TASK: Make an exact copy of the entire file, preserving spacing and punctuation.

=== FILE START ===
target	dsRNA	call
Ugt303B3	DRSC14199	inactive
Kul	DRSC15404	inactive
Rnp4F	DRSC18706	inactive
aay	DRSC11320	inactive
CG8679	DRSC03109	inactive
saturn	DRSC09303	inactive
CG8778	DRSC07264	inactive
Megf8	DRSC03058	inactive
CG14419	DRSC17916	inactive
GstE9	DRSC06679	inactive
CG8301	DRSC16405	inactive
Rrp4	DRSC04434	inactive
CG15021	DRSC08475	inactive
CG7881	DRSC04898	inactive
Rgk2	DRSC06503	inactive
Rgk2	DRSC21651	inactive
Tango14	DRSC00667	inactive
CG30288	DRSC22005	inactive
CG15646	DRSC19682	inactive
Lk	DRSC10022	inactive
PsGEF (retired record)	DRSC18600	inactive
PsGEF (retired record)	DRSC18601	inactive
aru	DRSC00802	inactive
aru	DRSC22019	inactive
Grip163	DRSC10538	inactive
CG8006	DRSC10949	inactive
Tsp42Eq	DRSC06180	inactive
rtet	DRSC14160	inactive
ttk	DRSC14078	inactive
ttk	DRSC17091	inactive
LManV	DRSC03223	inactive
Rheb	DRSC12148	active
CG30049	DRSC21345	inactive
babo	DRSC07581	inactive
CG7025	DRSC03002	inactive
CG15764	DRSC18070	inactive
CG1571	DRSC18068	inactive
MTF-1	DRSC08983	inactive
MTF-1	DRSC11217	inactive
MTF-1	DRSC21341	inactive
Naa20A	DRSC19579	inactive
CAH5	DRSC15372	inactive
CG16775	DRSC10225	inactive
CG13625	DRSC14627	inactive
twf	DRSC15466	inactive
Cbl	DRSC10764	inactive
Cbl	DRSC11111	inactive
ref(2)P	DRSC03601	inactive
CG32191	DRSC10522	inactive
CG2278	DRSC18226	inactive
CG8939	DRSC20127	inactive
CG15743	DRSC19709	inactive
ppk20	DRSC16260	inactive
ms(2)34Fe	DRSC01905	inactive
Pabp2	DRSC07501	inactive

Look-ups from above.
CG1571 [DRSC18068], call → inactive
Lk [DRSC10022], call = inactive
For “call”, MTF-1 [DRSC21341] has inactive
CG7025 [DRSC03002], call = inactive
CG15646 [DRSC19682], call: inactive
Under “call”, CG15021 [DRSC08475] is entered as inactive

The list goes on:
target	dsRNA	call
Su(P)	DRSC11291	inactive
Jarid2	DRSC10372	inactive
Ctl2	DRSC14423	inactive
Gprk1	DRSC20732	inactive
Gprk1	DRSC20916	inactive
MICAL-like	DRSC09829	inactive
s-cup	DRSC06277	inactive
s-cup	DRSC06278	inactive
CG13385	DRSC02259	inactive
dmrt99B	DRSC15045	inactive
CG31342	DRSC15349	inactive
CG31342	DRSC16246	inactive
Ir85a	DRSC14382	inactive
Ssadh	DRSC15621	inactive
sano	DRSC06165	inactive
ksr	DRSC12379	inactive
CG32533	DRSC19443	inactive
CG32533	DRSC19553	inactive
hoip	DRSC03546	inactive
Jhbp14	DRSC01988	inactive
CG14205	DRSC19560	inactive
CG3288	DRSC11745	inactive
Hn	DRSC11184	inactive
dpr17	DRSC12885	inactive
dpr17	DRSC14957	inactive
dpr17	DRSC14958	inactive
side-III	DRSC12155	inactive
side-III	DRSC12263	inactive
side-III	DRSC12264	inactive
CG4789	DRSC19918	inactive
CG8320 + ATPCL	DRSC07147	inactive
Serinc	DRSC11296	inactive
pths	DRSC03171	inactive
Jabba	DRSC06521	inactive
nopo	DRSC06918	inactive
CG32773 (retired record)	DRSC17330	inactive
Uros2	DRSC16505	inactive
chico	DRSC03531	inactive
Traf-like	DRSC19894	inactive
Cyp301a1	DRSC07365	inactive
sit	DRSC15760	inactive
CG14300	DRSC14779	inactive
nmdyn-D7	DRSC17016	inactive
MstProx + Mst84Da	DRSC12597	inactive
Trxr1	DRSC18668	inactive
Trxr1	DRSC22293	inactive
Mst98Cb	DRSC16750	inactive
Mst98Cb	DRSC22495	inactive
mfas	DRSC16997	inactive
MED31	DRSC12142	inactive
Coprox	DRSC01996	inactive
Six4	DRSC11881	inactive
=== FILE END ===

target	dsRNA	call
Ugt303B3	DRSC14199	inactive
Kul	DRSC15404	inactive
Rnp4F	DRSC18706	inactive
aay	DRSC11320	inactive
CG8679	DRSC03109	inactive
saturn	DRSC09303	inactive
CG8778	DRSC07264	inactive
Megf8	DRSC03058	inactive
CG14419	DRSC17916	inactive
GstE9	DRSC06679	inactive
CG8301	DRSC16405	inactive
Rrp4	DRSC04434	inactive
CG15021	DRSC08475	inactive
CG7881	DRSC04898	inactive
Rgk2	DRSC06503	inactive
Rgk2	DRSC21651	inactive
Tango14	DRSC00667	inactive
CG30288	DRSC22005	inactive
CG15646	DRSC19682	inactive
Lk	DRSC10022	inactive
PsGEF (retired record)	DRSC18600	inactive
PsGEF (retired record)	DRSC18601	inactive
aru	DRSC00802	inactive
aru	DRSC22019	inactive
Grip163	DRSC10538	inactive
CG8006	DRSC10949	inactive
Tsp42Eq	DRSC06180	inactive
rtet	DRSC14160	inactive
ttk	DRSC14078	inactive
ttk	DRSC17091	inactive
LManV	DRSC03223	inactive
Rheb	DRSC12148	active
CG30049	DRSC21345	inactive
babo	DRSC07581	inactive
CG7025	DRSC03002	inactive
CG15764	DRSC18070	inactive
CG1571	DRSC18068	inactive
MTF-1	DRSC08983	inactive
MTF-1	DRSC11217	inactive
MTF-1	DRSC21341	inactive
Naa20A	DRSC19579	inactive
CAH5	DRSC15372	inactive
CG16775	DRSC10225	inactive
CG13625	DRSC14627	inactive
twf	DRSC15466	inactive
Cbl	DRSC10764	inactive
Cbl	DRSC11111	inactive
ref(2)P	DRSC03601	inactive
CG32191	DRSC10522	inactive
CG2278	DRSC18226	inactive
CG8939	DRSC20127	inactive
CG15743	DRSC19709	inactive
ppk20	DRSC16260	inactive
ms(2)34Fe	DRSC01905	inactive
Pabp2	DRSC07501	inactive

Look-ups from above.
CG1571 [DRSC18068], call → inactive
Lk [DRSC10022], call = inactive
For “call”, MTF-1 [DRSC21341] has inactive
CG7025 [DRSC03002], call = inactive
CG15646 [DRSC19682], call: inactive
Under “call”, CG15021 [DRSC08475] is entered as inactive

The list goes on:
target	dsRNA	call
Su(P)	DRSC11291	inactive
Jarid2	DRSC10372	inactive
Ctl2	DRSC14423	inactive
Gprk1	DRSC20732	inactive
Gprk1	DRSC20916	inactive
MICAL-like	DRSC09829	inactive
s-cup	DRSC06277	inactive
s-cup	DRSC06278	inactive
CG13385	DRSC02259	inactive
dmrt99B	DRSC15045	inactive
CG31342	DRSC15349	inactive
CG31342	DRSC16246	inactive
Ir85a	DRSC14382	inactive
Ssadh	DRSC15621	inactive
sano	DRSC06165	inactive
ksr	DRSC12379	inactive
CG32533	DRSC19443	inactive
CG32533	DRSC19553	inactive
hoip	DRSC03546	inactive
Jhbp14	DRSC01988	inactive
CG14205	DRSC19560	inactive
CG3288	DRSC11745	inactive
Hn	DRSC11184	inactive
dpr17	DRSC12885	inactive
dpr17	DRSC14957	inactive
dpr17	DRSC14958	inactive
side-III	DRSC12155	inactive
side-III	DRSC12263	inactive
side-III	DRSC12264	inactive
CG4789	DRSC19918	inactive
CG8320 + ATPCL	DRSC07147	inactive
Serinc	DRSC11296	inactive
pths	DRSC03171	inactive
Jabba	DRSC06521	inactive
nopo	DRSC06918	inactive
CG32773 (retired record)	DRSC17330	inactive
Uros2	DRSC16505	inactive
chico	DRSC03531	inactive
Traf-like	DRSC19894	inactive
Cyp301a1	DRSC07365	inactive
sit	DRSC15760	inactive
CG14300	DRSC14779	inactive
nmdyn-D7	DRSC17016	inactive
MstProx + Mst84Da	DRSC12597	inactive
Trxr1	DRSC18668	inactive
Trxr1	DRSC22293	inactive
Mst98Cb	DRSC16750	inactive
Mst98Cb	DRSC22495	inactive
mfas	DRSC16997	inactive
MED31	DRSC12142	inactive
Coprox	DRSC01996	inactive
Six4	DRSC11881	inactive